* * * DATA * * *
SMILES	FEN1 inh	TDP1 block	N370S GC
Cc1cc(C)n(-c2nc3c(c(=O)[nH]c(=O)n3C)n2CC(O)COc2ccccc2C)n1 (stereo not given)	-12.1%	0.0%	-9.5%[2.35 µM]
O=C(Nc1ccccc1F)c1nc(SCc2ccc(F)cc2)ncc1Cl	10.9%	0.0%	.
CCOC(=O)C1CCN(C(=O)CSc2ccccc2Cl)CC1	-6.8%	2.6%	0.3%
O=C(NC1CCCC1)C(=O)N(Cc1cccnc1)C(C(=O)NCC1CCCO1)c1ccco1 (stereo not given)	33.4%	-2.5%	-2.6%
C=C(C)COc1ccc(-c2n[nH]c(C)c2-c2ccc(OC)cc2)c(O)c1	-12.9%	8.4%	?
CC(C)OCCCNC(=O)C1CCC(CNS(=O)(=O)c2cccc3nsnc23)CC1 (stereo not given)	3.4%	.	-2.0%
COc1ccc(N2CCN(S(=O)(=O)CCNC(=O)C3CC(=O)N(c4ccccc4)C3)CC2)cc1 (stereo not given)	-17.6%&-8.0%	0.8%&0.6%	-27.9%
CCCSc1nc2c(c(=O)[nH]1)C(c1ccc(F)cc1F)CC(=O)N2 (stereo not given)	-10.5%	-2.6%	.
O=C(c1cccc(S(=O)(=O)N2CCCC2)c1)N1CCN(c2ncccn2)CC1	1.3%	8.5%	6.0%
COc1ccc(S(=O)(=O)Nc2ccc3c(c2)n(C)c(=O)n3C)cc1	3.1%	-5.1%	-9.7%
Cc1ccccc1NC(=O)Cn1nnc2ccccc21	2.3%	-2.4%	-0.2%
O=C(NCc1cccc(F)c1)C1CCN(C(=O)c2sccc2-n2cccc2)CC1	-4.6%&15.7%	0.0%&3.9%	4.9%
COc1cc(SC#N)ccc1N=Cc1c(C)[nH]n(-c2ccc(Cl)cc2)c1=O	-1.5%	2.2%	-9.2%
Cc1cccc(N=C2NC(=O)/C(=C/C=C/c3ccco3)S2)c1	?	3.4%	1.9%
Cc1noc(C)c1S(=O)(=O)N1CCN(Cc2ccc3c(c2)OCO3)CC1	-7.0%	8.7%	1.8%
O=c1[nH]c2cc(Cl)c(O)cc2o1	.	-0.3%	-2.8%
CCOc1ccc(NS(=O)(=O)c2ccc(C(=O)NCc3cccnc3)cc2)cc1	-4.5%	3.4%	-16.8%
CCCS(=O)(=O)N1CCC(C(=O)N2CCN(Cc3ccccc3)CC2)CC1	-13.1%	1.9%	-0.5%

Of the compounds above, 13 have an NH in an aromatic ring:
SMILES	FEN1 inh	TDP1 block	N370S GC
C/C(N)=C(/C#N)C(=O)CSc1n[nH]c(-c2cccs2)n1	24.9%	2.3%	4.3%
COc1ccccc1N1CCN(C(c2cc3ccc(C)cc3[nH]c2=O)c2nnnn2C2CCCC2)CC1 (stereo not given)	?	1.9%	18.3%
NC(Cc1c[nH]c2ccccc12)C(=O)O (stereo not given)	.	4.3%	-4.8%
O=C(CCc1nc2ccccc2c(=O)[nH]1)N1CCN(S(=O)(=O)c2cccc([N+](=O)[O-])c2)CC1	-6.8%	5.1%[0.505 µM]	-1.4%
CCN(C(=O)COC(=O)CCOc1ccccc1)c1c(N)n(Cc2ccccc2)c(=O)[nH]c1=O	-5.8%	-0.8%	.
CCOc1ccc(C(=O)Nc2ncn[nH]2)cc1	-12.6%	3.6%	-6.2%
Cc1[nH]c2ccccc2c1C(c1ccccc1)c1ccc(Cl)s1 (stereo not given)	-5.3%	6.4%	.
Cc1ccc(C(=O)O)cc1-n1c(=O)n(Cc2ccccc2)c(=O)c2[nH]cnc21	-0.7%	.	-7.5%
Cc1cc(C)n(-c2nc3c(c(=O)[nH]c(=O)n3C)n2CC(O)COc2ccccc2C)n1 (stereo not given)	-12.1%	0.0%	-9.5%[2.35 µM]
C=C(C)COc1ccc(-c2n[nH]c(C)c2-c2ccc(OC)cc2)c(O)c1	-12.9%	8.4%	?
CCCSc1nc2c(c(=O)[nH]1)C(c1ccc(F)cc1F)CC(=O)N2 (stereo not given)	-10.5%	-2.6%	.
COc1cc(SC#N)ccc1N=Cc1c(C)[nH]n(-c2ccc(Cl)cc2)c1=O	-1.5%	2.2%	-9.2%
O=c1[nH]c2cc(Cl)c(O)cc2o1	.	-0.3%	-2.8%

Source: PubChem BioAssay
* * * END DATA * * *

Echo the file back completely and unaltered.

SMILES	FEN1 inh	TDP1 block	N370S GC
Cc1cc(C)n(-c2nc3c(c(=O)[nH]c(=O)n3C)n2CC(O)COc2ccccc2C)n1 (stereo not given)	-12.1%	0.0%	-9.5%[2.35 µM]
O=C(Nc1ccccc1F)c1nc(SCc2ccc(F)cc2)ncc1Cl	10.9%	0.0%	.
CCOC(=O)C1CCN(C(=O)CSc2ccccc2Cl)CC1	-6.8%	2.6%	0.3%
O=C(NC1CCCC1)C(=O)N(Cc1cccnc1)C(C(=O)NCC1CCCO1)c1ccco1 (stereo not given)	33.4%	-2.5%	-2.6%
C=C(C)COc1ccc(-c2n[nH]c(C)c2-c2ccc(OC)cc2)c(O)c1	-12.9%	8.4%	?
CC(C)OCCCNC(=O)C1CCC(CNS(=O)(=O)c2cccc3nsnc23)CC1 (stereo not given)	3.4%	.	-2.0%
COc1ccc(N2CCN(S(=O)(=O)CCNC(=O)C3CC(=O)N(c4ccccc4)C3)CC2)cc1 (stereo not given)	-17.6%&-8.0%	0.8%&0.6%	-27.9%
CCCSc1nc2c(c(=O)[nH]1)C(c1ccc(F)cc1F)CC(=O)N2 (stereo not given)	-10.5%	-2.6%	.
O=C(c1cccc(S(=O)(=O)N2CCCC2)c1)N1CCN(c2ncccn2)CC1	1.3%	8.5%	6.0%
COc1ccc(S(=O)(=O)Nc2ccc3c(c2)n(C)c(=O)n3C)cc1	3.1%	-5.1%	-9.7%
Cc1ccccc1NC(=O)Cn1nnc2ccccc21	2.3%	-2.4%	-0.2%
O=C(NCc1cccc(F)c1)C1CCN(C(=O)c2sccc2-n2cccc2)CC1	-4.6%&15.7%	0.0%&3.9%	4.9%
COc1cc(SC#N)ccc1N=Cc1c(C)[nH]n(-c2ccc(Cl)cc2)c1=O	-1.5%	2.2%	-9.2%
Cc1cccc(N=C2NC(=O)/C(=C/C=C/c3ccco3)S2)c1	?	3.4%	1.9%
Cc1noc(C)c1S(=O)(=O)N1CCN(Cc2ccc3c(c2)OCO3)CC1	-7.0%	8.7%	1.8%
O=c1[nH]c2cc(Cl)c(O)cc2o1	.	-0.3%	-2.8%
CCOc1ccc(NS(=O)(=O)c2ccc(C(=O)NCc3cccnc3)cc2)cc1	-4.5%	3.4%	-16.8%
CCCS(=O)(=O)N1CCC(C(=O)N2CCN(Cc3ccccc3)CC2)CC1	-13.1%	1.9%	-0.5%

Of the compounds above, 13 have an NH in an aromatic ring:
SMILES	FEN1 inh	TDP1 block	N370S GC
C/C(N)=C(/C#N)C(=O)CSc1n[nH]c(-c2cccs2)n1	24.9%	2.3%	4.3%
COc1ccccc1N1CCN(C(c2cc3ccc(C)cc3[nH]c2=O)c2nnnn2C2CCCC2)CC1 (stereo not given)	?	1.9%	18.3%
NC(Cc1c[nH]c2ccccc12)C(=O)O (stereo not given)	.	4.3%	-4.8%
O=C(CCc1nc2ccccc2c(=O)[nH]1)N1CCN(S(=O)(=O)c2cccc([N+](=O)[O-])c2)CC1	-6.8%	5.1%[0.505 µM]	-1.4%
CCN(C(=O)COC(=O)CCOc1ccccc1)c1c(N)n(Cc2ccccc2)c(=O)[nH]c1=O	-5.8%	-0.8%	.
CCOc1ccc(C(=O)Nc2ncn[nH]2)cc1	-12.6%	3.6%	-6.2%
Cc1[nH]c2ccccc2c1C(c1ccccc1)c1ccc(Cl)s1 (stereo not given)	-5.3%	6.4%	.
Cc1ccc(C(=O)O)cc1-n1c(=O)n(Cc2ccccc2)c(=O)c2[nH]cnc21	-0.7%	.	-7.5%
Cc1cc(C)n(-c2nc3c(c(=O)[nH]c(=O)n3C)n2CC(O)COc2ccccc2C)n1 (stereo not given)	-12.1%	0.0%	-9.5%[2.35 µM]
C=C(C)COc1ccc(-c2n[nH]c(C)c2-c2ccc(OC)cc2)c(O)c1	-12.9%	8.4%	?
CCCSc1nc2c(c(=O)[nH]1)C(c1ccc(F)cc1F)CC(=O)N2 (stereo not given)	-10.5%	-2.6%	.
COc1cc(SC#N)ccc1N=Cc1c(C)[nH]n(-c2ccc(Cl)cc2)c1=O	-1.5%	2.2%	-9.2%
O=c1[nH]c2cc(Cl)c(O)cc2o1	.	-0.3%	-2.8%

Source: PubChem BioAssay